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doubts self test Chapter 2 [K&B7]

 
John Lerry
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I have some doubts about the exercises in Chapter 2:
1) [question 8] the code is this:


as a result there are these possibilities:

A: how1 how1 sniff
B: how1 woof sniff
C: how1 how1 followed by an exception
D: how1 woof followed by an exception
E: Compilation fails with an error at line 14
F: Compilation fails with an error at line 15


I had marked the answer D and F, but the correct one is just the F.
From the time when we talk about System.out.print these are not printed on the console before it is throw the exception?


2) [question 9] the code is this:


as a result there are these possibilities:

A: An exception is thrown at runtime
B: The code compiles and runs with no output
C: Compilation fails with an error at line 8
D: Compilation fails with an error at line 9
E: Compilation fails with an error at line 12
F: Compilation fails with an error at line 13


I had marked the answer A and D is the correct one, but the correct one is only A. The solution says that the exception is throws when the cast is done from Tree to Redwood that if I am not mistaken is the moment in which it is invoked for the second time the method "go2" inside method "go".
I actually did not really understand the operation of the cast, and especially when you can do it and when not.
Can you help me understand why in that specific case would not be possible to make the cast?
 
Roel De Nijs
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John Lerry wrote:1) [question 8] the code is this:

I had marked the answer D and F, but the correct one is just the F.
From the time when we talk about System.out.print these are not printed on the console before it is throw the exception?

You have a compiler error at line 15! So your code won't compile, you don't have a .class file => you can't execute the program (and if you can't run the program, the program will definitely not print to the console ).

It would be another story if you didn't have a compiler error at line 15, but a ClassCastException for example. This scenario can be simulated very easy: just replace line 15 with the following line of code

Hope it helps!
Kind regards,
Roel
 
Roel De Nijs
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John Lerry wrote:2) [question 9] the code is this:

I had marked the answer A and D is the correct one, but the correct one is only A. The solution says that the exception is throws when the cast is done from Tree to Redwood that if I am not mistaken is the moment in which it is invoked for the second time the method "go2" inside method "go".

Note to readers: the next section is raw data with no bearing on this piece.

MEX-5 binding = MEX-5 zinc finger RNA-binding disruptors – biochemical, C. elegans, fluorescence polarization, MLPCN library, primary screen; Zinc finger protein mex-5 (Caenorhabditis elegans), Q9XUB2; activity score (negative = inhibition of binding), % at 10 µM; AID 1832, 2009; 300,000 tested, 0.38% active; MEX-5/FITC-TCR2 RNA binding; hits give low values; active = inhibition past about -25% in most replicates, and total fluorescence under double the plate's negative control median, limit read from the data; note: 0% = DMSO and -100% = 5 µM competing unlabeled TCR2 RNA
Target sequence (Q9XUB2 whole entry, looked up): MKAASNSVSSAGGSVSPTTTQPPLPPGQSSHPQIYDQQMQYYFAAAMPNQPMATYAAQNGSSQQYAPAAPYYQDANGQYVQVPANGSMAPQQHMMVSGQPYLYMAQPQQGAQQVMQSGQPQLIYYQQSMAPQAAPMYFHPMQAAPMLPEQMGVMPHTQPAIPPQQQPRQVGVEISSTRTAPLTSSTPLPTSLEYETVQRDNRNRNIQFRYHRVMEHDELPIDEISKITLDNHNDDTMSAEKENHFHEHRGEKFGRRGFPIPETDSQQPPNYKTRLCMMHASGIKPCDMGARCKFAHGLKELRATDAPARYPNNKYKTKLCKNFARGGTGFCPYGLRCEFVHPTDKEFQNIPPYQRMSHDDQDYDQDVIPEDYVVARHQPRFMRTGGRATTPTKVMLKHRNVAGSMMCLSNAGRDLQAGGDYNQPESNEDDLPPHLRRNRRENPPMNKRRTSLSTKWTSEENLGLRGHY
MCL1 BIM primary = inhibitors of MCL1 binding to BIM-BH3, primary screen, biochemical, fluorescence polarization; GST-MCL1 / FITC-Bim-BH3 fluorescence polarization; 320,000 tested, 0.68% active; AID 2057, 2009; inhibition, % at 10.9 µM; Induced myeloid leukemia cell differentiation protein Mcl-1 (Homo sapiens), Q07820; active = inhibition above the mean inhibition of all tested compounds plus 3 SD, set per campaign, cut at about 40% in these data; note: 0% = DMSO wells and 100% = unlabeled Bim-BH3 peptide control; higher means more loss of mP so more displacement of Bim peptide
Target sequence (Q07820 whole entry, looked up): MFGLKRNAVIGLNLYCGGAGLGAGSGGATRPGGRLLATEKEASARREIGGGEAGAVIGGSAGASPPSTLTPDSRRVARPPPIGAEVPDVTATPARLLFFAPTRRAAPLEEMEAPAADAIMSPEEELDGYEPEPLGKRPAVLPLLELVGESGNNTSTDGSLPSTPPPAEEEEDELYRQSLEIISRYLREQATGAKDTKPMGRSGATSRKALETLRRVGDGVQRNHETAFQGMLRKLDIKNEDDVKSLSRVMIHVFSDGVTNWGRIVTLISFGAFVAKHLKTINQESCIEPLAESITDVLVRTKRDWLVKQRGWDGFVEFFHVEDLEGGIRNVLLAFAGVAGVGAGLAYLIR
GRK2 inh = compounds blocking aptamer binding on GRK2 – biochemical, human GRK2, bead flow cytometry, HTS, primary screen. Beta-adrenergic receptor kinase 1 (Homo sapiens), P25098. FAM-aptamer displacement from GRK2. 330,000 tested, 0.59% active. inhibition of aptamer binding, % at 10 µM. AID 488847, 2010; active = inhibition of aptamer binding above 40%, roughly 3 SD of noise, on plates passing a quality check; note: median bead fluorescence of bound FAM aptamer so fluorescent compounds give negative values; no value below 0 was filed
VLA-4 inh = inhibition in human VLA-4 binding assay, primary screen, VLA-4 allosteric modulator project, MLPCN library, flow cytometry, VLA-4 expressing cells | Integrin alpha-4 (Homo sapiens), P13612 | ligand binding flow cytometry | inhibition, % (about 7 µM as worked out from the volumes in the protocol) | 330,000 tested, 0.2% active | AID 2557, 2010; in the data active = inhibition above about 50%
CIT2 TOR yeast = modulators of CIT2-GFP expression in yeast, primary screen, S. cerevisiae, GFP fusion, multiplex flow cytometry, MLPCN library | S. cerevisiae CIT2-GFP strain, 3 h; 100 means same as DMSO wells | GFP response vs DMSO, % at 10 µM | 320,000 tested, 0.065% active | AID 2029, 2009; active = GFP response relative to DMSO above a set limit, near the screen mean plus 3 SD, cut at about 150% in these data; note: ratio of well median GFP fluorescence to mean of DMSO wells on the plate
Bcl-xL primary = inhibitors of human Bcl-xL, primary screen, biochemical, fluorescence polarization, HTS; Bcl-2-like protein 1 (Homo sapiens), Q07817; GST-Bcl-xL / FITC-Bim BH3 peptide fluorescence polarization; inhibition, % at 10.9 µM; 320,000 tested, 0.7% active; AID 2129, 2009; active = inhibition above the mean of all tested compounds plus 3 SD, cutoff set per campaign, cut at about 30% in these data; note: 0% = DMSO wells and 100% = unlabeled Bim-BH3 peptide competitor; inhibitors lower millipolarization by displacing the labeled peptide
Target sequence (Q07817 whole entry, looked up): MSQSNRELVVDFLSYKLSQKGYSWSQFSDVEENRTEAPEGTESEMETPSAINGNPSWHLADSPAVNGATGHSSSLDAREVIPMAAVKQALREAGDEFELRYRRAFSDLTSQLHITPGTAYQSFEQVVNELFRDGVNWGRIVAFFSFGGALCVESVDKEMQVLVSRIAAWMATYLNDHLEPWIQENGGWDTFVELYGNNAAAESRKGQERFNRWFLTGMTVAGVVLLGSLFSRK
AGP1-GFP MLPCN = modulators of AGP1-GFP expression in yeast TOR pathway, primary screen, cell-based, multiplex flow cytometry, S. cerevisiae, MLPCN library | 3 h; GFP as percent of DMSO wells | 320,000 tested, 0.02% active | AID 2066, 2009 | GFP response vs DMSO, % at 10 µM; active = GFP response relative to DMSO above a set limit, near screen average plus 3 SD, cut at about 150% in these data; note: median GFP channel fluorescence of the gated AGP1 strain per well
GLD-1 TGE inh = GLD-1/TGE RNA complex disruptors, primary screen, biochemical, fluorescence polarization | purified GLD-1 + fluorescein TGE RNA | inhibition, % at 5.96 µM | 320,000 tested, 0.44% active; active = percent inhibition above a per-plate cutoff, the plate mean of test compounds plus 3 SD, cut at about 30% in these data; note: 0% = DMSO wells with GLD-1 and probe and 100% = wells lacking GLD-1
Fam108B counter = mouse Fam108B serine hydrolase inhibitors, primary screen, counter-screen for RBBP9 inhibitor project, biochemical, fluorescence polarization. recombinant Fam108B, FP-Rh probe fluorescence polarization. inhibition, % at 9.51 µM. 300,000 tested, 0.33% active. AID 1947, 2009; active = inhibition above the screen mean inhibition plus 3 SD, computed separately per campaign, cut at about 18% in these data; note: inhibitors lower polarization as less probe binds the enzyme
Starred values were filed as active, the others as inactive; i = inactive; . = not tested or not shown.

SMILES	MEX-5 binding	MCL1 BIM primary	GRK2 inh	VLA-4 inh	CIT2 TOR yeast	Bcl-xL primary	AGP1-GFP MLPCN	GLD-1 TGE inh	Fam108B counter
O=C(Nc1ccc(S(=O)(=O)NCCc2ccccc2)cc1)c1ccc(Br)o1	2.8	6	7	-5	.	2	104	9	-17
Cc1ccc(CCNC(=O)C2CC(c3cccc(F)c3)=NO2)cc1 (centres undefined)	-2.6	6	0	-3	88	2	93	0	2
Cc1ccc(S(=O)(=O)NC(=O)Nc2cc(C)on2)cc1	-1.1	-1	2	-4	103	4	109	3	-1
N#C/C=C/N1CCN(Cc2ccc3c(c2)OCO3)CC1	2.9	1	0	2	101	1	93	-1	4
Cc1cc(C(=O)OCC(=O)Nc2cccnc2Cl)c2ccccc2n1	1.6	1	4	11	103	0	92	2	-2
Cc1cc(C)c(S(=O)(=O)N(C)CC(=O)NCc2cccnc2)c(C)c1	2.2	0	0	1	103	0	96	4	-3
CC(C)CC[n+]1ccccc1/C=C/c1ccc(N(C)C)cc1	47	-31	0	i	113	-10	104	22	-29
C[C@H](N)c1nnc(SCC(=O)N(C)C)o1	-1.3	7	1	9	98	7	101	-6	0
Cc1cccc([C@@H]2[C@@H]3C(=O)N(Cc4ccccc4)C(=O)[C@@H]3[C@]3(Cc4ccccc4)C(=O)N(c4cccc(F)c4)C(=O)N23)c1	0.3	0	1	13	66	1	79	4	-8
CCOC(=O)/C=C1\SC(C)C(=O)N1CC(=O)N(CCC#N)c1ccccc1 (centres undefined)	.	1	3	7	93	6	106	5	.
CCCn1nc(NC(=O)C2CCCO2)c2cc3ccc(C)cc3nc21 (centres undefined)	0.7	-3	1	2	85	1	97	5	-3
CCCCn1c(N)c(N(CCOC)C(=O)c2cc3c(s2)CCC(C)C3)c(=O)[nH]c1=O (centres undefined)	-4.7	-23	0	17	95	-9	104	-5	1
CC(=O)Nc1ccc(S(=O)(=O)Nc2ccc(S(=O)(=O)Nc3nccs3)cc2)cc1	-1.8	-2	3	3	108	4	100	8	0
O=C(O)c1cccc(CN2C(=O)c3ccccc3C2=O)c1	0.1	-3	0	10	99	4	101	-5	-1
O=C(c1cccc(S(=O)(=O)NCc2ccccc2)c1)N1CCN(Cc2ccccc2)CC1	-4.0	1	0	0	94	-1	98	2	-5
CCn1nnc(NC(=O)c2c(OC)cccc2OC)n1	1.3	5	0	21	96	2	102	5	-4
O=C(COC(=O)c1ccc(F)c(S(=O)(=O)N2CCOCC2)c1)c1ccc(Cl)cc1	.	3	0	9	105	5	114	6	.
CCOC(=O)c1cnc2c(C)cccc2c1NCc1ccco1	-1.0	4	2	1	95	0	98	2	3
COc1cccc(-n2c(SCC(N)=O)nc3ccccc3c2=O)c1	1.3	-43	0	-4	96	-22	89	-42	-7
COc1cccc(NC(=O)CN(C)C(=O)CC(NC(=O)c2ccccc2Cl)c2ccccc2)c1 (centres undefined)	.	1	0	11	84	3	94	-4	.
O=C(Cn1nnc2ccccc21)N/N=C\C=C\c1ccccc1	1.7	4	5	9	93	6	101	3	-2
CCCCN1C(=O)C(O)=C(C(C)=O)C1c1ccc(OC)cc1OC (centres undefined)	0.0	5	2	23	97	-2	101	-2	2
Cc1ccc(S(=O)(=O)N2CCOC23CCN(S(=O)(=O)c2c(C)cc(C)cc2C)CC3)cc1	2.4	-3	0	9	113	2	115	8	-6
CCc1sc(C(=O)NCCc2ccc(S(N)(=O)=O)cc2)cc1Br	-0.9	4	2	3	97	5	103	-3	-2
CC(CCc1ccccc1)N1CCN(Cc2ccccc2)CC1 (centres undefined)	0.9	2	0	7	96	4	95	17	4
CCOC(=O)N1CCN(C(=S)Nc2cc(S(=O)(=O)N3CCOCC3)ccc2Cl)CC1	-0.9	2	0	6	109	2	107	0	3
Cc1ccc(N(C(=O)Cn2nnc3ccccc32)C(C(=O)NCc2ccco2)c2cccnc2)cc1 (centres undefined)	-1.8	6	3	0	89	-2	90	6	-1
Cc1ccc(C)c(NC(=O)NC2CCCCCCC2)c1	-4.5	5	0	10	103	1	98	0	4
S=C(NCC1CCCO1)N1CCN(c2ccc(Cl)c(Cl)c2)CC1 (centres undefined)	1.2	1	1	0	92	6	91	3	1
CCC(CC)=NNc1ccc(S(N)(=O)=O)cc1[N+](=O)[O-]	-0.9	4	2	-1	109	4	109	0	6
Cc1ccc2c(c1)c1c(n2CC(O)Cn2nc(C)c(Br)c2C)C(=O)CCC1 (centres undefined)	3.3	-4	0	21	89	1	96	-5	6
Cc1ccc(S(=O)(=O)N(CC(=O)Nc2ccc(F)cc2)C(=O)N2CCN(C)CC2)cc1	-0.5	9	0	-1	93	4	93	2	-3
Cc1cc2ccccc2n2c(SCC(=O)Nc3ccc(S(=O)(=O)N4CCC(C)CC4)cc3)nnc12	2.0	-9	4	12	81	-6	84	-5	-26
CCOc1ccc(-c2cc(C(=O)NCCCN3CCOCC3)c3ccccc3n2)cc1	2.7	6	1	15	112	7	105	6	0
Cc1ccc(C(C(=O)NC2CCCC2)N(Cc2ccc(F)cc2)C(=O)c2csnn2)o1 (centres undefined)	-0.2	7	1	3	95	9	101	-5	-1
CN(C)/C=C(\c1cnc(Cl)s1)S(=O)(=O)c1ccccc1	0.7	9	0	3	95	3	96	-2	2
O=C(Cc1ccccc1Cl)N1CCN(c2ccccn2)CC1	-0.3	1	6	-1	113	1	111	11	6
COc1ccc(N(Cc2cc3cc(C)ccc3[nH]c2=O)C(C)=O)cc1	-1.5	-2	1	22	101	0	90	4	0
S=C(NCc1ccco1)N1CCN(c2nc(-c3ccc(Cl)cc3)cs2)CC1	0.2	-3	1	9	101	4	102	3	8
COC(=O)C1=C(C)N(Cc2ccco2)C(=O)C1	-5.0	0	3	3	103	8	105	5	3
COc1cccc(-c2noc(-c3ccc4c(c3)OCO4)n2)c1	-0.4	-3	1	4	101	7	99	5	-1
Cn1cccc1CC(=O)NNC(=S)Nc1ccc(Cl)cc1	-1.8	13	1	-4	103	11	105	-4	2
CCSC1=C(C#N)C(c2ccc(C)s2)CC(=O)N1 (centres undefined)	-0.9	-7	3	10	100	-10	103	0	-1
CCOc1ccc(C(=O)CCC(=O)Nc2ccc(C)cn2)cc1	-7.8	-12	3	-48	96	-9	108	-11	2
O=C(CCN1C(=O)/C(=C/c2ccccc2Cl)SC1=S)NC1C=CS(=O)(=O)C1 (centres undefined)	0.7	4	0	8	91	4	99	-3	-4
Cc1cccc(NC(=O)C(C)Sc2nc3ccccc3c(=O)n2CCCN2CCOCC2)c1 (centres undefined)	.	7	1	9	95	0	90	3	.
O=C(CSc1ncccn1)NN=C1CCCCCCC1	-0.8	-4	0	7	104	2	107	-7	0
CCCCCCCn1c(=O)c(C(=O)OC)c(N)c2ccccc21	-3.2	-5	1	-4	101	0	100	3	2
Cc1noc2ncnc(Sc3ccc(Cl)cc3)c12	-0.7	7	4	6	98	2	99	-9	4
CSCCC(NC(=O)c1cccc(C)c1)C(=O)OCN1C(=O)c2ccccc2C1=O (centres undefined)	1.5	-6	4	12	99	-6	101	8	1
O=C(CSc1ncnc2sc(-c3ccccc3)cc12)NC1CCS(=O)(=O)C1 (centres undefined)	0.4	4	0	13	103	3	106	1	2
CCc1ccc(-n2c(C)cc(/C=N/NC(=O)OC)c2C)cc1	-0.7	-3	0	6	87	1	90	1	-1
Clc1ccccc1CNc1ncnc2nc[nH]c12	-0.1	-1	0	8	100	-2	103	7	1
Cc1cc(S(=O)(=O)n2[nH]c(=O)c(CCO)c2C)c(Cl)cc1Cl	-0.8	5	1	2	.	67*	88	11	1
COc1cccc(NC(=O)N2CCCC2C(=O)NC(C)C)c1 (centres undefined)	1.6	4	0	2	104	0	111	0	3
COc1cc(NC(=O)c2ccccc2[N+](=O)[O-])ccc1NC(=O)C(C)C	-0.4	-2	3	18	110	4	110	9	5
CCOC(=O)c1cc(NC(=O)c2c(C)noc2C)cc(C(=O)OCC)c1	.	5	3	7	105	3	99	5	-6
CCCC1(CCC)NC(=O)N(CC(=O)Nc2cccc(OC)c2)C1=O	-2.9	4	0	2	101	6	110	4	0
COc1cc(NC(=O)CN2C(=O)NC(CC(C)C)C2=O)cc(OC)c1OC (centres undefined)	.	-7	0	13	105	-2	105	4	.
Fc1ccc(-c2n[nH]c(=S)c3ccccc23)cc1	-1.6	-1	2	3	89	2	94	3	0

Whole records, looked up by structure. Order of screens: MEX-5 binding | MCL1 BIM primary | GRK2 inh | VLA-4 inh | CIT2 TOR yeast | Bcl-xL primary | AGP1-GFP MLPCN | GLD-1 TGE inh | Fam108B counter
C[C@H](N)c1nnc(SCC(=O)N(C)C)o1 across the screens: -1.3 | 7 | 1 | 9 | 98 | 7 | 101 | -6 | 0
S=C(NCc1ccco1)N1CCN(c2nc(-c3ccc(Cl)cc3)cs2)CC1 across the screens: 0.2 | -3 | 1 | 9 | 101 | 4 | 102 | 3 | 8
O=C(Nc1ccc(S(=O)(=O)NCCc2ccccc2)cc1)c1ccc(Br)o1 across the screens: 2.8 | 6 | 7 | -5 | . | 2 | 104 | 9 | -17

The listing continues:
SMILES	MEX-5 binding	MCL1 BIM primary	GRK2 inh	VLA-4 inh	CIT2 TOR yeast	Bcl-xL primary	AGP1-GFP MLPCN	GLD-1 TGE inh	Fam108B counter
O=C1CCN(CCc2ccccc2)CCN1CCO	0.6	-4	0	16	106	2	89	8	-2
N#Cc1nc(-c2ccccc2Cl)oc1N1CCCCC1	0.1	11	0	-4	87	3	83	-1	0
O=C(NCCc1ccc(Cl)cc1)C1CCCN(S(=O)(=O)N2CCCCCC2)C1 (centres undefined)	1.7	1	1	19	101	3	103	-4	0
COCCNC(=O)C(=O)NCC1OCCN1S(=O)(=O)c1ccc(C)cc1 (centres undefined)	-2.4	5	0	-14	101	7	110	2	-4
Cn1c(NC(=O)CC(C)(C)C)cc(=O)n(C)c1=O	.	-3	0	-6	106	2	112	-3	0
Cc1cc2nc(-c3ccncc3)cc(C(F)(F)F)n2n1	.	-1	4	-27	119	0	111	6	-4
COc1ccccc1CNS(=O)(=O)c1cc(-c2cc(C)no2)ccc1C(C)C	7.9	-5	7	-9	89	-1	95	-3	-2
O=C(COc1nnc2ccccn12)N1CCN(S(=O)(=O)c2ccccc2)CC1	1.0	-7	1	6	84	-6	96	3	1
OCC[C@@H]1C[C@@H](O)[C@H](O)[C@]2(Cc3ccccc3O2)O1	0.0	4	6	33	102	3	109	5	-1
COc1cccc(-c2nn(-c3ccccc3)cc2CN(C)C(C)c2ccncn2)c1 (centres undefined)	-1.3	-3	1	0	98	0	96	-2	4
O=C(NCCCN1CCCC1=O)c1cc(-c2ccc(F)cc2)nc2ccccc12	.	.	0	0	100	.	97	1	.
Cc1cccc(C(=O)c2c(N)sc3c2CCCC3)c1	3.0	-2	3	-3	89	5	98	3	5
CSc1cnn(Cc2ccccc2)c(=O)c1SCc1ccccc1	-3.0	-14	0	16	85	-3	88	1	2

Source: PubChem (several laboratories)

I actually did not really understand the operation of the cast, and especially when you can do it and when not.
Can you help me understand why in that specific case would not be possible to make the cast?

In this question you can't have both A and D as correct answers! For the simple reason: either the program compiles without errors and then you can run the program; or the program fails to compile and you can't run the program.

When you cast, you can have 3 possible outcomes:
  • a compiler error (e.g. cast a Dog to a Cat; cast an Integer to a String;...)
  • a runtime ClassCastException (e.g. this question)
  • no compiler error and no ClassCastException


  • Don't worry if you have some trouble understanding casting! Casting is one of the topics about which most questions are asked here on the ranch. It's hard to explain all rules of casting in a single post. It would require several pages in a study guide to do so. It's quite a complicated topic and if you search this forum (and the OCPJP one) you will find plenty of topics discussing doubts about casting.

    These threads contain all valuable information (with code snippets to illustrate rules and possible pitfalls):
  • Why will this throw Class Cast Exception?
  • Casting
  • Not sure why my answer on overloading was incorrect
  • Some doubts about casting
  • instanceof operator with an interface versus class


  • Hope it helps!
    Kind regards,
    Roel
     
    John Lerry
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    Roel De Nijs wrote:
    John Lerry wrote:1) [question 8] the code is this:

    I had marked the answer D and F, but the correct one is just the F.
    From the time when we talk about System.out.print these are not printed on the console before it is throw the exception?

    You have a compiler error at line 15! So your code won't compile, you don't have a .class file => you can't execute the program (and if you can't run the program, the program will definitely not print to the console ).

    It would be another story if you didn't have a compiler error at line 15, but a ClassCastException for example. This scenario can be simulated very easy: just replace line 15 with the following line of code

    Hope it helps!
    Kind regards,
    Roel


    I would understand if I got it right. I have a compilation error at line 15, which does not affect the operation of the cast (because I CAN make a cast from a Hound Dog because Hound IS-A Dog. Is this right?) but rather with the fact that once you cast a Dog is trying to access the method sniff () which is not present in the Dog class. is that correct?
     
    John Lerry
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    Roel De Nijs wrote:
    When you cast, you can have 3 possible outcomes:
  • a compiler error (e.g. cast a Dog to a Cat; cast an Integer to a String;...)
  • a runtime ClassCastException (e.g. this question)
  • no compiler error and no ClassCastException



  • I read one of your example but I can not understand.
    from what I understood when I try to do a cast between two types not related to each other (eg. NOT superclass and subclass) I have a compile error (so I will not even generated .class precisely because the class does not compile), but reading a your example I think it is the opposite:

    Roel De Nijs wrote:
    A little code example to illustrate: